Where is the rainbow leading us today? It offers a promise that God’s anger will pass and our sins can be forgiven. That is the true gold beyond the rainbow; so as Jesus famously said, repent, and believe the good news!

What Are You Carrying?

Homily to members of Sion Community and LiveStream Viewers on the Sixth Sunday of Ordinary Time, Year B.

It’s not you – it’s what you’re carrying!

In Bible days, leprosy was a dreaded disease – many different skin conditions could make you a ‘leper’. People didn’t fully understand how the infection was transmitted, but they had a horror of being touched by a leper, or coming into contact with their spittle. So lepers had to cover their top lip and keep their distance from other people. Doesn’t that sound strangely familiar today?

Being a leper wasn’t any reflection on your personal holiness. Of course, some people would ask – there are always people who ask – is this illness a punishment for sin? The answer to this question is always the same, unless God has told you otherwise: “Not necessarily!” Anyone, from a king to a slave, could become a leper. So when Jesus healed a leper, he was doing more than simply restoring health to an individual – he was restoring the individual to the community!

Lepers of old carried a blemish on their body and the stigma of being outcast on their soul. For us today, the concerning covid-cough comes too late to give certainty. Is someone you know carrying the dread disease? If someone at home coughs, is it the cough or just a cough? When we pass someone in the street, or do business with the assistant in a shop, we look at one another anxiously, wondering: what are you carrying?

Now whatever you do, avoid giving offence, but do it for the glory of God.

If you give space to someone you’re passing on the pavement, how can you do so graciously? Moving to avoiding a person could be a sign of hostility in other circumstances, but right now it’s an act of love. So first of all, smile. Yes, it makes a difference – even if you’re wearing a mask! Next, perhaps there’s some gesture of friendliness you can make with your hand. And of course, you can consider saying something cheerful – but check first that the Other isn’t absorbed in a phonecall or podcast. In this strange season of avoidance we have to keep communicating the reassuring message: “It’s not you, it’s just what you might be carrying.”

So let’s pause for a moment, as we stand on the threshold of Lent, to ask: What am I carrying? Fear? Anger? Anxiety?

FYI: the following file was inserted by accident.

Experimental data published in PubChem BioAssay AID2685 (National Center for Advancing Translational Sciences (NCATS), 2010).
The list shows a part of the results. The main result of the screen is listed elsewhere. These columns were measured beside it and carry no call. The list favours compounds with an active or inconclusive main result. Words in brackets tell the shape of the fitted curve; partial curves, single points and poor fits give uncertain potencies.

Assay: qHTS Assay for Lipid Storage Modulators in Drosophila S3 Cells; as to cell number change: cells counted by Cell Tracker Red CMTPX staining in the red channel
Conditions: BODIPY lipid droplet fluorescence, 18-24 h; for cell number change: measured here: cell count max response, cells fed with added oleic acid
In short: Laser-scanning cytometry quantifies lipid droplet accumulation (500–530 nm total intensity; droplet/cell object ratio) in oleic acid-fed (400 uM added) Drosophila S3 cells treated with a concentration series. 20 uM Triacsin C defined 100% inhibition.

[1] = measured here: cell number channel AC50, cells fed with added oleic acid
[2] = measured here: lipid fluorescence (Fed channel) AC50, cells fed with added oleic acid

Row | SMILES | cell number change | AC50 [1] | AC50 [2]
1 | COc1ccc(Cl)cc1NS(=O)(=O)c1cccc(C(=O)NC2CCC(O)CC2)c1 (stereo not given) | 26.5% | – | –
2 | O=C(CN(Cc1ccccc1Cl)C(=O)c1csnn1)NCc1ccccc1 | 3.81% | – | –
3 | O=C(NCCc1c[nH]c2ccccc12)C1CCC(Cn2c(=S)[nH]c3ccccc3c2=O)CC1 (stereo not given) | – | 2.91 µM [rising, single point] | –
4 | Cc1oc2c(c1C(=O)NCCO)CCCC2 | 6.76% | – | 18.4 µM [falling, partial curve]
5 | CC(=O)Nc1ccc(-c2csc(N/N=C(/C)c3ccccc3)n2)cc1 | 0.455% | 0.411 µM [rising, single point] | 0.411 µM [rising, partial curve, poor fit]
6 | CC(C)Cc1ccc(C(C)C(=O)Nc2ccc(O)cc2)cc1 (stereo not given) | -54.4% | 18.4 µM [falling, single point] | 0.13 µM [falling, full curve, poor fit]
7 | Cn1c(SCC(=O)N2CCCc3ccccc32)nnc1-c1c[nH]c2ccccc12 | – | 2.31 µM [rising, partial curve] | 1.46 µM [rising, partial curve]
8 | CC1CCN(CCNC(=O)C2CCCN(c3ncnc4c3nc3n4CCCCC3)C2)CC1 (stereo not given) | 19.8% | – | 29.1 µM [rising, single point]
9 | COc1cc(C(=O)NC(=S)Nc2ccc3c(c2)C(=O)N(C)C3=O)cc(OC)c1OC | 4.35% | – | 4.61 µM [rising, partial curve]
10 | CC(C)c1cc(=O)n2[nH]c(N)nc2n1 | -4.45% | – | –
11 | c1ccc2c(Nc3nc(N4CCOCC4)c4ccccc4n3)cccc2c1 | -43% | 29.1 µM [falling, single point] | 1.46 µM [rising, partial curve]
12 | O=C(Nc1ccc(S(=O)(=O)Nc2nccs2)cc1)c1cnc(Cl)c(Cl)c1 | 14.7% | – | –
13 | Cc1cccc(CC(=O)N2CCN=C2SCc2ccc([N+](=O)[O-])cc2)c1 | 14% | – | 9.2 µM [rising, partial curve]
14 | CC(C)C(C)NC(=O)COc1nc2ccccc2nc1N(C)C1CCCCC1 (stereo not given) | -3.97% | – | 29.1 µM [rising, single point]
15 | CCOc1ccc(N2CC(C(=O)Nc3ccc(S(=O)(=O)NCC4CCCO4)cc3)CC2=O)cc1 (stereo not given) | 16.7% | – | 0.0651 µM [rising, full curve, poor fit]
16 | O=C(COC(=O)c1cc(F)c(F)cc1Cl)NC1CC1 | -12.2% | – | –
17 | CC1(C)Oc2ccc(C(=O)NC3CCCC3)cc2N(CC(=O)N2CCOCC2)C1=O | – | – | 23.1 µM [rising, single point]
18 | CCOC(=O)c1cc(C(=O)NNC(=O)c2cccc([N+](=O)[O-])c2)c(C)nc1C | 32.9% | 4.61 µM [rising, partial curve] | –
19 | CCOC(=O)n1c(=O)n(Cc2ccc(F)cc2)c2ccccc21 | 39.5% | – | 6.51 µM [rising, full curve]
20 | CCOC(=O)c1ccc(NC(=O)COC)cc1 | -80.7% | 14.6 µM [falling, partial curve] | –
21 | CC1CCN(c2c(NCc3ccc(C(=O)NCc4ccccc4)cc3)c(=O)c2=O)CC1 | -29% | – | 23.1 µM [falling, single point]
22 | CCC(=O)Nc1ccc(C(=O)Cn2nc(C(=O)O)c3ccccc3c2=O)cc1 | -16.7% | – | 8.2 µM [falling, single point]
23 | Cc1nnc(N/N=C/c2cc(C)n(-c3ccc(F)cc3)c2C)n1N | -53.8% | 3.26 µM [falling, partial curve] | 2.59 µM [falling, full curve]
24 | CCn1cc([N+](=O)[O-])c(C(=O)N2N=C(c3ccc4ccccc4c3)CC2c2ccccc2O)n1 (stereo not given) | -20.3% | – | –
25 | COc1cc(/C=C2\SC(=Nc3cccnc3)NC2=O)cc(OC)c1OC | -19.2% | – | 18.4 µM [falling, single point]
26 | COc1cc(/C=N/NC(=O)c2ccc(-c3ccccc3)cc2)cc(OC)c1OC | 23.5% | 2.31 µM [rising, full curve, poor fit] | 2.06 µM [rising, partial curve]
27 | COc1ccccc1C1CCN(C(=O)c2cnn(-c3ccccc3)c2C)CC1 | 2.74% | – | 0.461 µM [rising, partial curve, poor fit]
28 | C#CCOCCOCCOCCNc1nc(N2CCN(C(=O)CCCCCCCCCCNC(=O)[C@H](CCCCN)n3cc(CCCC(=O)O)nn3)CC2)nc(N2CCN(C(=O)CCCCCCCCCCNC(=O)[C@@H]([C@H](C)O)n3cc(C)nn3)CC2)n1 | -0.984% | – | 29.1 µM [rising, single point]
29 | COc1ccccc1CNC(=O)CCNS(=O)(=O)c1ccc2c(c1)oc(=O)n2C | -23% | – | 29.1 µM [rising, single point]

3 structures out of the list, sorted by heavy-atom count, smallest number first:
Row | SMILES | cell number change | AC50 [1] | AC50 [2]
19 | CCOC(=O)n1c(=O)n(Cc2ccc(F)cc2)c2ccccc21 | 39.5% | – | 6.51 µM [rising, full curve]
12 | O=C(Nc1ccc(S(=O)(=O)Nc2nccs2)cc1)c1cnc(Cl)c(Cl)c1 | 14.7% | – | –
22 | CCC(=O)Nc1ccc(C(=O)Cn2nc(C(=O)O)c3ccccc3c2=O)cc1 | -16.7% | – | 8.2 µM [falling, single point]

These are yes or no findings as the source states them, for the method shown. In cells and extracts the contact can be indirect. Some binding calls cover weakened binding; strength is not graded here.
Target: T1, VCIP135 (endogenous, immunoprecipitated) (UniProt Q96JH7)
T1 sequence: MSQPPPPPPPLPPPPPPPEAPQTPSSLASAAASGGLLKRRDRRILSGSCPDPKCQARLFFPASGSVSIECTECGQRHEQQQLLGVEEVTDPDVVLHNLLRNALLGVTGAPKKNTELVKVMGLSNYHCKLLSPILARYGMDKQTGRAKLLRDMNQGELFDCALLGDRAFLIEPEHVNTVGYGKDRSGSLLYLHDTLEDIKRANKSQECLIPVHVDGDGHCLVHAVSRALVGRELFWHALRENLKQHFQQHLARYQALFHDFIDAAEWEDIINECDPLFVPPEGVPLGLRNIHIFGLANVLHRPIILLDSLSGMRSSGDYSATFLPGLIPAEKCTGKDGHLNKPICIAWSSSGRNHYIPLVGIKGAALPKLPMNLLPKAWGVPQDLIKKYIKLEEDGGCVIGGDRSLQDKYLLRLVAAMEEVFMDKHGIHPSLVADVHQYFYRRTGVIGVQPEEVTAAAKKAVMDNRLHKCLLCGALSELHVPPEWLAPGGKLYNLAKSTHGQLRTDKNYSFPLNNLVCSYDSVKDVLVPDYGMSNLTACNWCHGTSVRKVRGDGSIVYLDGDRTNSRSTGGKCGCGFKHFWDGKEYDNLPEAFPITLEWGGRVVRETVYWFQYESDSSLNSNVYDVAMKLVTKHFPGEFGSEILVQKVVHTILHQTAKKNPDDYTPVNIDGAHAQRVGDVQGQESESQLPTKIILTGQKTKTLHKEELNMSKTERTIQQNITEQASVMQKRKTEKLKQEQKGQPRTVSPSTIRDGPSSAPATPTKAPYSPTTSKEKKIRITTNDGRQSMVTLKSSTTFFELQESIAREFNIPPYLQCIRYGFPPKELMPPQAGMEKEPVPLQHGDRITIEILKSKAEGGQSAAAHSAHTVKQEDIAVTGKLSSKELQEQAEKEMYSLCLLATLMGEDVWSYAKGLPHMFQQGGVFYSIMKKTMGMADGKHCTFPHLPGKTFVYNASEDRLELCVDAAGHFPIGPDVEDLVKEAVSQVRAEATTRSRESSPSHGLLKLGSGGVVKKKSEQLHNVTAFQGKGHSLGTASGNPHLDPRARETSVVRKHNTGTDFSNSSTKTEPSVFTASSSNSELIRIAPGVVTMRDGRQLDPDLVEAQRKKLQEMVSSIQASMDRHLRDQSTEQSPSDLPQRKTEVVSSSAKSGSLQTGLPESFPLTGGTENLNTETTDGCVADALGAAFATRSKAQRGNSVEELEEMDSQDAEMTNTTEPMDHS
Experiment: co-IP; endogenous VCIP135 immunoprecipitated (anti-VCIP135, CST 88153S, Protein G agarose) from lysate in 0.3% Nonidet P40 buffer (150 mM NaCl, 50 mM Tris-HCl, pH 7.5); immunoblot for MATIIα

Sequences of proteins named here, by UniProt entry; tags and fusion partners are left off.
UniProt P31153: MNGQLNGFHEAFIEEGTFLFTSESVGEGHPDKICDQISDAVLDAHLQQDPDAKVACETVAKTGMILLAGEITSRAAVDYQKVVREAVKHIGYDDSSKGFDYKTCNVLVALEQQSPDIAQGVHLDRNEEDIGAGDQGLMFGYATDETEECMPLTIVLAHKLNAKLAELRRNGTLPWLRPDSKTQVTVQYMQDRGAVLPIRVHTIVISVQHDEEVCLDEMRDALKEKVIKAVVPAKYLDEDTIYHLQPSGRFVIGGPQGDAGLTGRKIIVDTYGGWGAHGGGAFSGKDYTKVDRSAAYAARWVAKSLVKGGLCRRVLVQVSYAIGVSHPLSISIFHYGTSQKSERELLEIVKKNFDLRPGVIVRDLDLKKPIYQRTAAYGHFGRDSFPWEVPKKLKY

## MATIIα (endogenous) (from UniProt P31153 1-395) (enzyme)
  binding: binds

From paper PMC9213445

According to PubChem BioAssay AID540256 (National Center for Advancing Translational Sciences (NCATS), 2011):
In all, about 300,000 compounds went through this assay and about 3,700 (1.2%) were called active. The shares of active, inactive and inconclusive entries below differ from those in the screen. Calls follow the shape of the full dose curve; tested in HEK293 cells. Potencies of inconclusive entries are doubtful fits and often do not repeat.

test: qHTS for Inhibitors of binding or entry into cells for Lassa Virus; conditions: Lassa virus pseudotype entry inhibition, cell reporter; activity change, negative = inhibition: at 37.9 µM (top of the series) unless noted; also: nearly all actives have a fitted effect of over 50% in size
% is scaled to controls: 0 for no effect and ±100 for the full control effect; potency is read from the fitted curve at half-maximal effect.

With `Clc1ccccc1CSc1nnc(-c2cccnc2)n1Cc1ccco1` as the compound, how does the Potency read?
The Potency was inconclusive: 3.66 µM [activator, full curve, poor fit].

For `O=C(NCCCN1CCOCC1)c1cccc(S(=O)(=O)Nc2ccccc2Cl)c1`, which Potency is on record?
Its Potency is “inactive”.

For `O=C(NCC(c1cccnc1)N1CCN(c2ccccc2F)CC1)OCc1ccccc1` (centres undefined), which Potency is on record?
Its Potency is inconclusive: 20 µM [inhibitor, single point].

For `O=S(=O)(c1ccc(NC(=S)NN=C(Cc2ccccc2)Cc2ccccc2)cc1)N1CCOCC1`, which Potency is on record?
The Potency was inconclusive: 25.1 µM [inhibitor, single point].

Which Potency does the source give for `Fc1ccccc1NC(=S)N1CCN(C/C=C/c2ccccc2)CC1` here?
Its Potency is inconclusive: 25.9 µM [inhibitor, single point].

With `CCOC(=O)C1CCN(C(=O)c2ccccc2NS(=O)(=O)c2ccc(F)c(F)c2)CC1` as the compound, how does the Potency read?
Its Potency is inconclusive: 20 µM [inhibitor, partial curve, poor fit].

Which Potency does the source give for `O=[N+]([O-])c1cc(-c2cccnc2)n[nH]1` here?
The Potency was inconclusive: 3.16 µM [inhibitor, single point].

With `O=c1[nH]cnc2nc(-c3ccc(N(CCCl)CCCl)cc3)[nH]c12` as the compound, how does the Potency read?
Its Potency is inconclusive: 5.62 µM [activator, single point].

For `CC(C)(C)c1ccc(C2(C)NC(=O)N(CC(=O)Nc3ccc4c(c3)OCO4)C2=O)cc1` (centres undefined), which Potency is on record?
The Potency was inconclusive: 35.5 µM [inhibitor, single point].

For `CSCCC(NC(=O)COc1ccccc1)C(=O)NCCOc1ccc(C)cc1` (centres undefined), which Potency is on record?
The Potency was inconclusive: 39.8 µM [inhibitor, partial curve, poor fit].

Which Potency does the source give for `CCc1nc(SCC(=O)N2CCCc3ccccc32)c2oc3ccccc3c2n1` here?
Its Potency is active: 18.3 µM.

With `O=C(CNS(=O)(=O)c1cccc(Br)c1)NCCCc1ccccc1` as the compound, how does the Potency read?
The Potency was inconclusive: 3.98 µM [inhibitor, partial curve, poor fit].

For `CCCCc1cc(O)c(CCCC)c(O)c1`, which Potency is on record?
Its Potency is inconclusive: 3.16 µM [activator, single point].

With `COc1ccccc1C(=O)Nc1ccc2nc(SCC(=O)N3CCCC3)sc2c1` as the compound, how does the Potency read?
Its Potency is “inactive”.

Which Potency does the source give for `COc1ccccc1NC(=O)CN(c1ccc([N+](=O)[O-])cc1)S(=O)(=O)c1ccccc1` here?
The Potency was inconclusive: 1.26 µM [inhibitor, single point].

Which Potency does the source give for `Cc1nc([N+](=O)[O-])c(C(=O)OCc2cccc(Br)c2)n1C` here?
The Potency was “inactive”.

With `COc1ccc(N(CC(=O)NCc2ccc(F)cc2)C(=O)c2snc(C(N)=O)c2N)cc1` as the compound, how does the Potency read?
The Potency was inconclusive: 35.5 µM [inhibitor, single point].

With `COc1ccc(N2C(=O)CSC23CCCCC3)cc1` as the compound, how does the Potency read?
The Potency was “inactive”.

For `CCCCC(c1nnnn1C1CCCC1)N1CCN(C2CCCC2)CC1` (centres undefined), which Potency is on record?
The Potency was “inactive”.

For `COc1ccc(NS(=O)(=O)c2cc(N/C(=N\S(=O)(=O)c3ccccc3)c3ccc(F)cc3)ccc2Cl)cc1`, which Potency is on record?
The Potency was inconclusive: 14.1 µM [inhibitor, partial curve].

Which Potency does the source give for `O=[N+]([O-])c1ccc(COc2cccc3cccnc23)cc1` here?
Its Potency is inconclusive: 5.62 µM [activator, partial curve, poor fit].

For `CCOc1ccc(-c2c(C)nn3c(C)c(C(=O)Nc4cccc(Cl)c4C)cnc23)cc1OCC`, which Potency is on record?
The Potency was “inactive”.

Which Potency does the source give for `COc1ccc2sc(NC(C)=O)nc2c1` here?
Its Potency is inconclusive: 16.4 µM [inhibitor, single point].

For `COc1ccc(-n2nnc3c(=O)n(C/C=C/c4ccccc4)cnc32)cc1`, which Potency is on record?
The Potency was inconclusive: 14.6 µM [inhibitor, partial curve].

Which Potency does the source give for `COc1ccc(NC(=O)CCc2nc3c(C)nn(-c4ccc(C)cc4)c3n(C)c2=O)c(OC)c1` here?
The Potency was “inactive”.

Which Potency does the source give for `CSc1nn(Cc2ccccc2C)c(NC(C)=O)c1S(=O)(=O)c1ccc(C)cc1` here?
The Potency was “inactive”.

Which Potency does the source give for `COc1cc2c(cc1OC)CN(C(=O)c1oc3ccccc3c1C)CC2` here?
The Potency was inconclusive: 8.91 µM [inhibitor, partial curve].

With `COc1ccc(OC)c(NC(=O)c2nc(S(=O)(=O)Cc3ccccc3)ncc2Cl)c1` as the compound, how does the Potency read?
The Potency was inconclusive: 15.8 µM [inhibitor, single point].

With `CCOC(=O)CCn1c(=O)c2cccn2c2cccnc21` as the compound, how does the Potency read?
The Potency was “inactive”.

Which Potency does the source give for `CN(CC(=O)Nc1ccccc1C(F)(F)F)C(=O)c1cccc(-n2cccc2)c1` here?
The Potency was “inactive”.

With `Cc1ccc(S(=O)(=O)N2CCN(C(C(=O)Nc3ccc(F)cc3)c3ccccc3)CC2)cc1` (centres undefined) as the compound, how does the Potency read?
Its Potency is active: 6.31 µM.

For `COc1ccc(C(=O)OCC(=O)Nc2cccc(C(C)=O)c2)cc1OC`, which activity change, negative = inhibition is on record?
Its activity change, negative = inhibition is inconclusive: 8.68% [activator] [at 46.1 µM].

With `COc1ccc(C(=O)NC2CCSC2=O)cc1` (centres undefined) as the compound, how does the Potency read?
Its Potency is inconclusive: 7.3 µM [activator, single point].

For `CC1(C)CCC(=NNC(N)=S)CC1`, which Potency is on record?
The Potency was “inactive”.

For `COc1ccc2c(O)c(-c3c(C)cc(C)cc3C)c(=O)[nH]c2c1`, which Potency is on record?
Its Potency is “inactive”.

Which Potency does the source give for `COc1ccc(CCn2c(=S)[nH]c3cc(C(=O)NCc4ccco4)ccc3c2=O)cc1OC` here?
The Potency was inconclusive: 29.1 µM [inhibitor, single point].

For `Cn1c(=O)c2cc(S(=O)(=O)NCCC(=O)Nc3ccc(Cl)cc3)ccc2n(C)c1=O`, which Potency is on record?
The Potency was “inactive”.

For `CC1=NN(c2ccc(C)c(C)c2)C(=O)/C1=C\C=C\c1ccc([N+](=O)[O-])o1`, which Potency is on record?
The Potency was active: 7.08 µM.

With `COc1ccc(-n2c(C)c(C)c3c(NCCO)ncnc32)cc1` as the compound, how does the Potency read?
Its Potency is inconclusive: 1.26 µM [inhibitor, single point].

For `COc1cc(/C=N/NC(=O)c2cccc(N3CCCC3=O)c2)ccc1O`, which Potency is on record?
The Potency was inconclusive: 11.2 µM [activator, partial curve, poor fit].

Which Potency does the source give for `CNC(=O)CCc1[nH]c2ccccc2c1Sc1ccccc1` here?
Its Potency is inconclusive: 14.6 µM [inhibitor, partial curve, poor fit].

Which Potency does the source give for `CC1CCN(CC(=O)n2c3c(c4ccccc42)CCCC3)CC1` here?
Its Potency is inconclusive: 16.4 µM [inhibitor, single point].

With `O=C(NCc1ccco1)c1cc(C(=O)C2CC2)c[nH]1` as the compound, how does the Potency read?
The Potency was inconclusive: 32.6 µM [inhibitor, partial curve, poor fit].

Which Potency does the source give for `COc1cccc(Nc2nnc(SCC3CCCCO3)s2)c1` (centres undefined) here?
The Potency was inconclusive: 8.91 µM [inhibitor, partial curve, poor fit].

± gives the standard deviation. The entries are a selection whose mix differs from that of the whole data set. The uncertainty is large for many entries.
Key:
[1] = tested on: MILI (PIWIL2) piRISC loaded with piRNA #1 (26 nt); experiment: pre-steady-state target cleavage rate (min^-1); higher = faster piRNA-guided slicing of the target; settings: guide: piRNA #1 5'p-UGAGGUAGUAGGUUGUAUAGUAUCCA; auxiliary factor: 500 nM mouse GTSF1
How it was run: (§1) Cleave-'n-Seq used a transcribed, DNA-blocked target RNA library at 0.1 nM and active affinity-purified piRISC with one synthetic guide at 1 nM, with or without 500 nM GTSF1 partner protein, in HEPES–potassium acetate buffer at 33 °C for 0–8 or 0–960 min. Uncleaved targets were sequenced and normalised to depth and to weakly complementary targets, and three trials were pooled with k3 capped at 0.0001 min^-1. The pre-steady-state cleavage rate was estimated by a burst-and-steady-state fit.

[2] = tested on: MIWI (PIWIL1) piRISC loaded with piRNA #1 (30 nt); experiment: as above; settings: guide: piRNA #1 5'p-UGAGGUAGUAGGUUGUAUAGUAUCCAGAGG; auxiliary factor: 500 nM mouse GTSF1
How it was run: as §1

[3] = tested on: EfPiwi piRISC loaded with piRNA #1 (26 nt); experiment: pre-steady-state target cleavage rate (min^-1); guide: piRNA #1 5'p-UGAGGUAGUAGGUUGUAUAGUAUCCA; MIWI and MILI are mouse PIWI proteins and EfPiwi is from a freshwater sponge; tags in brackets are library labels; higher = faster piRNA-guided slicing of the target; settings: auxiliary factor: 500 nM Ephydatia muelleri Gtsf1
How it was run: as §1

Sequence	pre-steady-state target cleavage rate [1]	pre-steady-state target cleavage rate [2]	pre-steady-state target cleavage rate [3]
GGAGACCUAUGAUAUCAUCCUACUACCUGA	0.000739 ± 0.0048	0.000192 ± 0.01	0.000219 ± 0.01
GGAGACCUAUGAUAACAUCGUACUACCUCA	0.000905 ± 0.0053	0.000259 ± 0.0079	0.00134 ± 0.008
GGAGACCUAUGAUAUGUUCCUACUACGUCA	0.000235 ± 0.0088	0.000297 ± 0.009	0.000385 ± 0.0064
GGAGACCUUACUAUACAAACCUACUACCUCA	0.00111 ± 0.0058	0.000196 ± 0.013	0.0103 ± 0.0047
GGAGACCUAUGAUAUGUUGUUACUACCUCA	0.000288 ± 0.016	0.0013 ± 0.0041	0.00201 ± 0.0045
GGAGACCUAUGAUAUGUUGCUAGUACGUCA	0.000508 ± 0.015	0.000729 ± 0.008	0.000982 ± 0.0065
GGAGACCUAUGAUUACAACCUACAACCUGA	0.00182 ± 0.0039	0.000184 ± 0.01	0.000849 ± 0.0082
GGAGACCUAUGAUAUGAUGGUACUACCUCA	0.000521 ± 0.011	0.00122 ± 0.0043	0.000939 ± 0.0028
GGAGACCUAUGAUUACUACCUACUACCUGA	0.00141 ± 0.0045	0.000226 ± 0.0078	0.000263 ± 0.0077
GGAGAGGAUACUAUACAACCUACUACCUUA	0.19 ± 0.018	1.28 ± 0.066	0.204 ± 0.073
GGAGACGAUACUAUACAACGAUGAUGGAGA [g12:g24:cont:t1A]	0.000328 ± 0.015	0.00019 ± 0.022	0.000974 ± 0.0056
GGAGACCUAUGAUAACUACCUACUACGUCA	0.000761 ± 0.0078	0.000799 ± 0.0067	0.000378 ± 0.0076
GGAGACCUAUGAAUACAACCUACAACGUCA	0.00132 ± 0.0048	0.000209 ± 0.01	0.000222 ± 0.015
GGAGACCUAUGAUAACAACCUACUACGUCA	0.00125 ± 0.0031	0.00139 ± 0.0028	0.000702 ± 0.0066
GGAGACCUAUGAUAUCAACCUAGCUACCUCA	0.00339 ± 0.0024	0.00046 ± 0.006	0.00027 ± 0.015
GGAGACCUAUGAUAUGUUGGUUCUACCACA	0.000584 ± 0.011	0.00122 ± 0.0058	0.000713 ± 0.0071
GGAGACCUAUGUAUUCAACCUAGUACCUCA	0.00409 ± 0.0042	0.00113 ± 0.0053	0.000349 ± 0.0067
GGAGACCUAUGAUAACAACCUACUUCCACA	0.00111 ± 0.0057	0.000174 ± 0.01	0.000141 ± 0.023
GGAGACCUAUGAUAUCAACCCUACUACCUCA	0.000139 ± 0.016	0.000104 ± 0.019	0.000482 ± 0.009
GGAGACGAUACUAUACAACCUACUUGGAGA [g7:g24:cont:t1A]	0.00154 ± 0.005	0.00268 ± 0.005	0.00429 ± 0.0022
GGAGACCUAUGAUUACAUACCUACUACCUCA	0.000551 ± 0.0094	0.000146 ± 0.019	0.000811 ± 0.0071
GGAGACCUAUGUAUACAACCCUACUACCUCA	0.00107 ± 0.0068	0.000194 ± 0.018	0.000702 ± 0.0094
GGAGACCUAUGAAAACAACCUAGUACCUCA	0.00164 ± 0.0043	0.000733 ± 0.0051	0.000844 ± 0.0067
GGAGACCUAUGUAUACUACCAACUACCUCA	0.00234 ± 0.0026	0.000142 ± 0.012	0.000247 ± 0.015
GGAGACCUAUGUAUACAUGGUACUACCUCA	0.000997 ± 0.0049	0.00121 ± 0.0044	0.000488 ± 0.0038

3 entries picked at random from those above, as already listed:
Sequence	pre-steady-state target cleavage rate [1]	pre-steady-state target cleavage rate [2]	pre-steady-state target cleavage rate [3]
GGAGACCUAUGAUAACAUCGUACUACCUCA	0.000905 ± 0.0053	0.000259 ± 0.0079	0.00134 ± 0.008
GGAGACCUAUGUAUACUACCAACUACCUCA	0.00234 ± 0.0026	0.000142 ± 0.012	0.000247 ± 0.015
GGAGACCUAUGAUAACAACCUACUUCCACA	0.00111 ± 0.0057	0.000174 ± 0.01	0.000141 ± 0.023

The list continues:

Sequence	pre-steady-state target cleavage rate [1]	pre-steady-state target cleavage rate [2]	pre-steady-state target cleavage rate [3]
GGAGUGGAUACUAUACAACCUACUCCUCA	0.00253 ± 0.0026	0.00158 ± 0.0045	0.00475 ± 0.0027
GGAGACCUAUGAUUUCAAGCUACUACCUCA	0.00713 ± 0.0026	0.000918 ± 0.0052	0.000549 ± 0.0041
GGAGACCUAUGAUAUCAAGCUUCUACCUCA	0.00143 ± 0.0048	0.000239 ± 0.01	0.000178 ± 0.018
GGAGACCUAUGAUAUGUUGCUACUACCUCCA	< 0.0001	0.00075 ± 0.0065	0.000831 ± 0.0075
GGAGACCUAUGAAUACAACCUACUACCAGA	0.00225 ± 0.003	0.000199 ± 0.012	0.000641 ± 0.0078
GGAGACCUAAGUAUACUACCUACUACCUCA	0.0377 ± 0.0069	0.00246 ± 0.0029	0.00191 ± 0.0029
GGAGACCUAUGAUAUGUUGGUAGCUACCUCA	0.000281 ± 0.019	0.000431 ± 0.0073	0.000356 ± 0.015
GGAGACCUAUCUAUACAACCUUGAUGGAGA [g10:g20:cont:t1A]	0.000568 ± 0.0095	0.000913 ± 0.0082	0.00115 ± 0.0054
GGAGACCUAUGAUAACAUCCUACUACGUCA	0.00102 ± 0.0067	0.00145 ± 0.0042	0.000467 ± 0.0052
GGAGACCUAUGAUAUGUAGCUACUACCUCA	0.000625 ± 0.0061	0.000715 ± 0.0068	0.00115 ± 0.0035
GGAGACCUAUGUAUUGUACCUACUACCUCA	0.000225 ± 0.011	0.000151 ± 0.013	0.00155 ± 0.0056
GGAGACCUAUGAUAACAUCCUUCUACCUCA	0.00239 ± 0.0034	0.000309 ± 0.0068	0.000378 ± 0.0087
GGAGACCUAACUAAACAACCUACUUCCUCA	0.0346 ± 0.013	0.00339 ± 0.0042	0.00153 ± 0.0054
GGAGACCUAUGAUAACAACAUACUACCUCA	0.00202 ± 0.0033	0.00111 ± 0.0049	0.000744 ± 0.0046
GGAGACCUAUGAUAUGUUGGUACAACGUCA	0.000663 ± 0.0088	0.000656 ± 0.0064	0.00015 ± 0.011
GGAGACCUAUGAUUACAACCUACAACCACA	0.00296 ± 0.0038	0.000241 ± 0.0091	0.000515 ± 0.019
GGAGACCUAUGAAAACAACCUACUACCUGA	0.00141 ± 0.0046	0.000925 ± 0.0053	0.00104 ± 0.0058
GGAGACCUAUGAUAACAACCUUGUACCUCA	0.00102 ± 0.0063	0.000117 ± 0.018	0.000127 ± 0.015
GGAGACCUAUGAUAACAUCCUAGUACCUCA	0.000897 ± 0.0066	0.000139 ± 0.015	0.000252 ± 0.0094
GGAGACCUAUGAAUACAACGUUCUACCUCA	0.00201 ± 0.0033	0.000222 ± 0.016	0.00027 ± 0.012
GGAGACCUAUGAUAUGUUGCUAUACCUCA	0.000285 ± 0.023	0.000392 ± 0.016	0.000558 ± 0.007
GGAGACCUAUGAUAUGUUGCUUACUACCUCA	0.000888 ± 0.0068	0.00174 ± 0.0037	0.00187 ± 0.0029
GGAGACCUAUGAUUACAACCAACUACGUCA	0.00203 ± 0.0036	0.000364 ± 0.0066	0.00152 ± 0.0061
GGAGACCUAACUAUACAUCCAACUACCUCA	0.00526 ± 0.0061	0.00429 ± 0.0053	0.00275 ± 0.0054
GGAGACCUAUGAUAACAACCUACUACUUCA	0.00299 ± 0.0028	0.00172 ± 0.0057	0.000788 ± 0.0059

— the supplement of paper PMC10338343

All of these things are normal and natural in the current season.

Just as we step politely around a passer-by, so we can acknowledge these emotions as companions on our journey, passengers which do not need to define who we are. Perfect love casts out all fear. God has promised his friends the fruits of the Holy Spirit which can burst forth at surprising times, to sustain us: joy, peace, patience, kindness, gentleness, and self-control, and more! If we have received the sacrament of confirmation, we have every right to turn to God in a season like this and politely but firmly ask for a new release of the graces promised to us through the Seal of the Spirit which we carry.

Covid is not the only thing we can carry, unseen. We are called to be carriers of love, carriers of glory, carriers of God’s grace. This grace breaks forth in the generous way we can treat others, and in the way we deal with our own fears. Our Lord once put things in perspective by warning us not to fear what could harm our bodies, but only to fear the One who has the power to gather us into heaven or cast us out to eternal damnation. In fact, those who follow Christ need have no fear of becoming lepers in Hell, for he has gone before us to prepare a place for us, and He has promised to show us the Way.

We who remain on earth, however, are left with an uncomfortable riddle. Jesus does love us and has prepared a way for us. As a sign of his love for us, he greeted today’s leper with a resounding assurance: “Of course I want to!” – I want to cure you of your disease and restore to you the closeness of human society! Yet this Lord who wants to, doesn’t always act when we wish he would. Do not Jesus Christ and his heavenly Father have the power to rebuke a pandemic and stop it in its tracks? Undoubtedly. Do they love us, as the pinnacle of their creation? Most assuredly! So why is the world today nevertheless in the noose of this new leprosy?